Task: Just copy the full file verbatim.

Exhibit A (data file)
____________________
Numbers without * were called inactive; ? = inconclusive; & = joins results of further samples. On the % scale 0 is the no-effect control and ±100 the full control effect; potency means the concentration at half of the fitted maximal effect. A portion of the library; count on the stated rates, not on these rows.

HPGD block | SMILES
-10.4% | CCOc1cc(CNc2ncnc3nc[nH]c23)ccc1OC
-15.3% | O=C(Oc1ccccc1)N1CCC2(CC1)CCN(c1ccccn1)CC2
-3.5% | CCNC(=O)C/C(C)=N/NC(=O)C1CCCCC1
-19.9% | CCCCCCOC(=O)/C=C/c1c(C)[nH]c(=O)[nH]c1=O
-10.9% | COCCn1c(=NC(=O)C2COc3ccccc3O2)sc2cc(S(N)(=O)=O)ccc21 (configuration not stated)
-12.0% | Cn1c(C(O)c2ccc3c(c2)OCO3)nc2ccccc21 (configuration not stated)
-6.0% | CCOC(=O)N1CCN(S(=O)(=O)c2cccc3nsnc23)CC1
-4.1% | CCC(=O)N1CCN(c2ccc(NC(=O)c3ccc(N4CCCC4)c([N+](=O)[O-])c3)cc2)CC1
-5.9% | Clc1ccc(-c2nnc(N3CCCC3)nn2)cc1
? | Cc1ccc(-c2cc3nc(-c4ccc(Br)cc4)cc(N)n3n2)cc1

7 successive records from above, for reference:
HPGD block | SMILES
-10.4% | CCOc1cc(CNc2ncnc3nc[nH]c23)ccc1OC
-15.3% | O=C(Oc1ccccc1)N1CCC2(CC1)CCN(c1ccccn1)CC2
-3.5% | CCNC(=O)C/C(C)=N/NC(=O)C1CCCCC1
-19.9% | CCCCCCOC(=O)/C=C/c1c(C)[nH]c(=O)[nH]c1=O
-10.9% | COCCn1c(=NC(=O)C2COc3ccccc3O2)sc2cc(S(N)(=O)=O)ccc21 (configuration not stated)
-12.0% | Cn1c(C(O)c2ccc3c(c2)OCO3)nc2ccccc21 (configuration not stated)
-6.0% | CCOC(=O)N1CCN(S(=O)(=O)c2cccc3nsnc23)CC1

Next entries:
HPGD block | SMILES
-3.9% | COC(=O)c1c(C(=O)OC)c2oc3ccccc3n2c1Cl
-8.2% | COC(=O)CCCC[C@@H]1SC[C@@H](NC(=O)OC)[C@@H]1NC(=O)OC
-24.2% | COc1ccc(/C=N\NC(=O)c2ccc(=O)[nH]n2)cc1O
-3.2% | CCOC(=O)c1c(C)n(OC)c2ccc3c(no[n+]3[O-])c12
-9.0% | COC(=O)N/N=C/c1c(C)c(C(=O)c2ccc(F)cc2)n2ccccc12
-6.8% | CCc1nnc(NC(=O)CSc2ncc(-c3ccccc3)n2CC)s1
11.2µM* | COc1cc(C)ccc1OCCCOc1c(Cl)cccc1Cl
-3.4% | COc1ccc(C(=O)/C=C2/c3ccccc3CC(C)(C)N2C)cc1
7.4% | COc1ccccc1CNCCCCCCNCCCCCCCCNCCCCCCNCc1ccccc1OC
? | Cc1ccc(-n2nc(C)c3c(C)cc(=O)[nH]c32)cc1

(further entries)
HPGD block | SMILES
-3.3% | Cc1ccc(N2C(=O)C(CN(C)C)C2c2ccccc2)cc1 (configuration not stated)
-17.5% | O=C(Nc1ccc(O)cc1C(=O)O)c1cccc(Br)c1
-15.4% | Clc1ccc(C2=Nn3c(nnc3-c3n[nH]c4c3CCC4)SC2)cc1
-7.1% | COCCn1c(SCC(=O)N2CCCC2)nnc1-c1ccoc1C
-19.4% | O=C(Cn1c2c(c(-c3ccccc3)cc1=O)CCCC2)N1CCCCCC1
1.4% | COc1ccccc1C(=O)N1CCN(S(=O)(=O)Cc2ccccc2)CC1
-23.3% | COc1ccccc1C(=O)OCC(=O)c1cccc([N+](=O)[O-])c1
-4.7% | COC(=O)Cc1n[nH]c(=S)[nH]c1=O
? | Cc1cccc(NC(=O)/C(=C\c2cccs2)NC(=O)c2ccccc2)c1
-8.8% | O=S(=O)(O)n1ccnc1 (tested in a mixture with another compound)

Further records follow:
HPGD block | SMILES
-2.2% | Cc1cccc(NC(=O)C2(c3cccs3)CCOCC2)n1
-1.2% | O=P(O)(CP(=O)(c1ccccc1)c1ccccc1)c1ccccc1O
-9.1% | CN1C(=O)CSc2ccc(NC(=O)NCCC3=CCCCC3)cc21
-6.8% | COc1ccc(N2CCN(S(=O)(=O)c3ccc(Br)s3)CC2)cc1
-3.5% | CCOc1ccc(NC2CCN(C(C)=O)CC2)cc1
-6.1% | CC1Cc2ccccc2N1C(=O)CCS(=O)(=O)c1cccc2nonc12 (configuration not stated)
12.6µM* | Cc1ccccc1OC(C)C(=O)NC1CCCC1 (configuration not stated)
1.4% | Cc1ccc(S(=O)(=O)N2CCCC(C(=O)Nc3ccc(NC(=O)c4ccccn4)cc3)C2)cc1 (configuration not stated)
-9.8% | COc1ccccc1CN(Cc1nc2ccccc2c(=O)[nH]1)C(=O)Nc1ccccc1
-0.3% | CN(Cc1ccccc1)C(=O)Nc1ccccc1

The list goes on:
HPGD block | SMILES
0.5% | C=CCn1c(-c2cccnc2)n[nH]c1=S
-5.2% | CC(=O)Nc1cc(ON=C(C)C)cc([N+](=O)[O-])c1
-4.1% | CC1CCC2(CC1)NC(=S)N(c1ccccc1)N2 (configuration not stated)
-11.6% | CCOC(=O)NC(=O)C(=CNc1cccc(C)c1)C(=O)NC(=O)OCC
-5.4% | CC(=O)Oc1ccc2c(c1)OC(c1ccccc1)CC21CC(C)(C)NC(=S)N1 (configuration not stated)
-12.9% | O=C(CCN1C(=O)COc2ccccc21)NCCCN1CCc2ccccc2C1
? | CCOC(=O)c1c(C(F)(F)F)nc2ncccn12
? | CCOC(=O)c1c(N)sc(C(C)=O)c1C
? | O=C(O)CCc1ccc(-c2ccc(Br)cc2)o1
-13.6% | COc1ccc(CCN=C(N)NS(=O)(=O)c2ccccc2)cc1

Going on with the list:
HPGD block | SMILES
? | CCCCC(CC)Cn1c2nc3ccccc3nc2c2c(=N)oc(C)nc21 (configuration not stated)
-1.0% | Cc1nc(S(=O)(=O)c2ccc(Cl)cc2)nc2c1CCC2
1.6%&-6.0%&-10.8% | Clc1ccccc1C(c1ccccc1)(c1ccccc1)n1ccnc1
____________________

Numbers without * were called inactive; ? = inconclusive; & = joins results of further samples. On the % scale 0 is the no-effect control and ±100 the full control effect; potency means the concentration at half of the fitted maximal effect. A portion of the library; count on the stated rates, not on these rows.

HPGD block | SMILES
-10.4% | CCOc1cc(CNc2ncnc3nc[nH]c23)ccc1OC
-15.3% | O=C(Oc1ccccc1)N1CCC2(CC1)CCN(c1ccccn1)CC2
-3.5% | CCNC(=O)C/C(C)=N/NC(=O)C1CCCCC1
-19.9% | CCCCCCOC(=O)/C=C/c1c(C)[nH]c(=O)[nH]c1=O
-10.9% | COCCn1c(=NC(=O)C2COc3ccccc3O2)sc2cc(S(N)(=O)=O)ccc21 (configuration not stated)
-12.0% | Cn1c(C(O)c2ccc3c(c2)OCO3)nc2ccccc21 (configuration not stated)
-6.0% | CCOC(=O)N1CCN(S(=O)(=O)c2cccc3nsnc23)CC1
-4.1% | CCC(=O)N1CCN(c2ccc(NC(=O)c3ccc(N4CCCC4)c([N+](=O)[O-])c3)cc2)CC1
-5.9% | Clc1ccc(-c2nnc(N3CCCC3)nn2)cc1
? | Cc1ccc(-c2cc3nc(-c4ccc(Br)cc4)cc(N)n3n2)cc1

7 successive records from above, for reference:
HPGD block | SMILES
-10.4% | CCOc1cc(CNc2ncnc3nc[nH]c23)ccc1OC
-15.3% | O=C(Oc1ccccc1)N1CCC2(CC1)CCN(c1ccccn1)CC2
-3.5% | CCNC(=O)C/C(C)=N/NC(=O)C1CCCCC1
-19.9% | CCCCCCOC(=O)/C=C/c1c(C)[nH]c(=O)[nH]c1=O
-10.9% | COCCn1c(=NC(=O)C2COc3ccccc3O2)sc2cc(S(N)(=O)=O)ccc21 (configuration not stated)
-12.0% | Cn1c(C(O)c2ccc3c(c2)OCO3)nc2ccccc21 (configuration not stated)
-6.0% | CCOC(=O)N1CCN(S(=O)(=O)c2cccc3nsnc23)CC1

Next entries:
HPGD block | SMILES
-3.9% | COC(=O)c1c(C(=O)OC)c2oc3ccccc3n2c1Cl
-8.2% | COC(=O)CCCC[C@@H]1SC[C@@H](NC(=O)OC)[C@@H]1NC(=O)OC
-24.2% | COc1ccc(/C=N\NC(=O)c2ccc(=O)[nH]n2)cc1O
-3.2% | CCOC(=O)c1c(C)n(OC)c2ccc3c(no[n+]3[O-])c12
-9.0% | COC(=O)N/N=C/c1c(C)c(C(=O)c2ccc(F)cc2)n2ccccc12
-6.8% | CCc1nnc(NC(=O)CSc2ncc(-c3ccccc3)n2CC)s1
11.2µM* | COc1cc(C)ccc1OCCCOc1c(Cl)cccc1Cl
-3.4% | COc1ccc(C(=O)/C=C2/c3ccccc3CC(C)(C)N2C)cc1
7.4% | COc1ccccc1CNCCCCCCNCCCCCCCCNCCCCCCNCc1ccccc1OC
? | Cc1ccc(-n2nc(C)c3c(C)cc(=O)[nH]c32)cc1

(further entries)
HPGD block | SMILES
-3.3% | Cc1ccc(N2C(=O)C(CN(C)C)C2c2ccccc2)cc1 (configuration not stated)
-17.5% | O=C(Nc1ccc(O)cc1C(=O)O)c1cccc(Br)c1
-15.4% | Clc1ccc(C2=Nn3c(nnc3-c3n[nH]c4c3CCC4)SC2)cc1
-7.1% | COCCn1c(SCC(=O)N2CCCC2)nnc1-c1ccoc1C
-19.4% | O=C(Cn1c2c(c(-c3ccccc3)cc1=O)CCCC2)N1CCCCCC1
1.4% | COc1ccccc1C(=O)N1CCN(S(=O)(=O)Cc2ccccc2)CC1
-23.3% | COc1ccccc1C(=O)OCC(=O)c1cccc([N+](=O)[O-])c1
-4.7% | COC(=O)Cc1n[nH]c(=S)[nH]c1=O
? | Cc1cccc(NC(=O)/C(=C\c2cccs2)NC(=O)c2ccccc2)c1
-8.8% | O=S(=O)(O)n1ccnc1 (tested in a mixture with another compound)

Further records follow:
HPGD block | SMILES
-2.2% | Cc1cccc(NC(=O)C2(c3cccs3)CCOCC2)n1
-1.2% | O=P(O)(CP(=O)(c1ccccc1)c1ccccc1)c1ccccc1O
-9.1% | CN1C(=O)CSc2ccc(NC(=O)NCCC3=CCCCC3)cc21
-6.8% | COc1ccc(N2CCN(S(=O)(=O)c3ccc(Br)s3)CC2)cc1
-3.5% | CCOc1ccc(NC2CCN(C(C)=O)CC2)cc1
-6.1% | CC1Cc2ccccc2N1C(=O)CCS(=O)(=O)c1cccc2nonc12 (configuration not stated)
12.6µM* | Cc1ccccc1OC(C)C(=O)NC1CCCC1 (configuration not stated)
1.4% | Cc1ccc(S(=O)(=O)N2CCCC(C(=O)Nc3ccc(NC(=O)c4ccccn4)cc3)C2)cc1 (configuration not stated)
-9.8% | COc1ccccc1CN(Cc1nc2ccccc2c(=O)[nH]1)C(=O)Nc1ccccc1
-0.3% | CN(Cc1ccccc1)C(=O)Nc1ccccc1

The list goes on:
HPGD block | SMILES
0.5% | C=CCn1c(-c2cccnc2)n[nH]c1=S
-5.2% | CC(=O)Nc1cc(ON=C(C)C)cc([N+](=O)[O-])c1
-4.1% | CC1CCC2(CC1)NC(=S)N(c1ccccc1)N2 (configuration not stated)
-11.6% | CCOC(=O)NC(=O)C(=CNc1cccc(C)c1)C(=O)NC(=O)OCC
-5.4% | CC(=O)Oc1ccc2c(c1)OC(c1ccccc1)CC21CC(C)(C)NC(=S)N1 (configuration not stated)
-12.9% | O=C(CCN1C(=O)COc2ccccc21)NCCCN1CCc2ccccc2C1
? | CCOC(=O)c1c(C(F)(F)F)nc2ncccn12
? | CCOC(=O)c1c(N)sc(C(C)=O)c1C
? | O=C(O)CCc1ccc(-c2ccc(Br)cc2)o1
-13.6% | COc1ccc(CCN=C(N)NS(=O)(=O)c2ccccc2)cc1

Going on with the list:
HPGD block | SMILES
? | CCCCC(CC)Cn1c2nc3ccccc3nc2c2c(=N)oc(C)nc21 (configuration not stated)
-1.0% | Cc1nc(S(=O)(=O)c2ccc(Cl)cc2)nc2c1CCC2
1.6%&-6.0%&-10.8% | Clc1ccccc1C(c1ccccc1)(c1ccccc1)n1ccnc1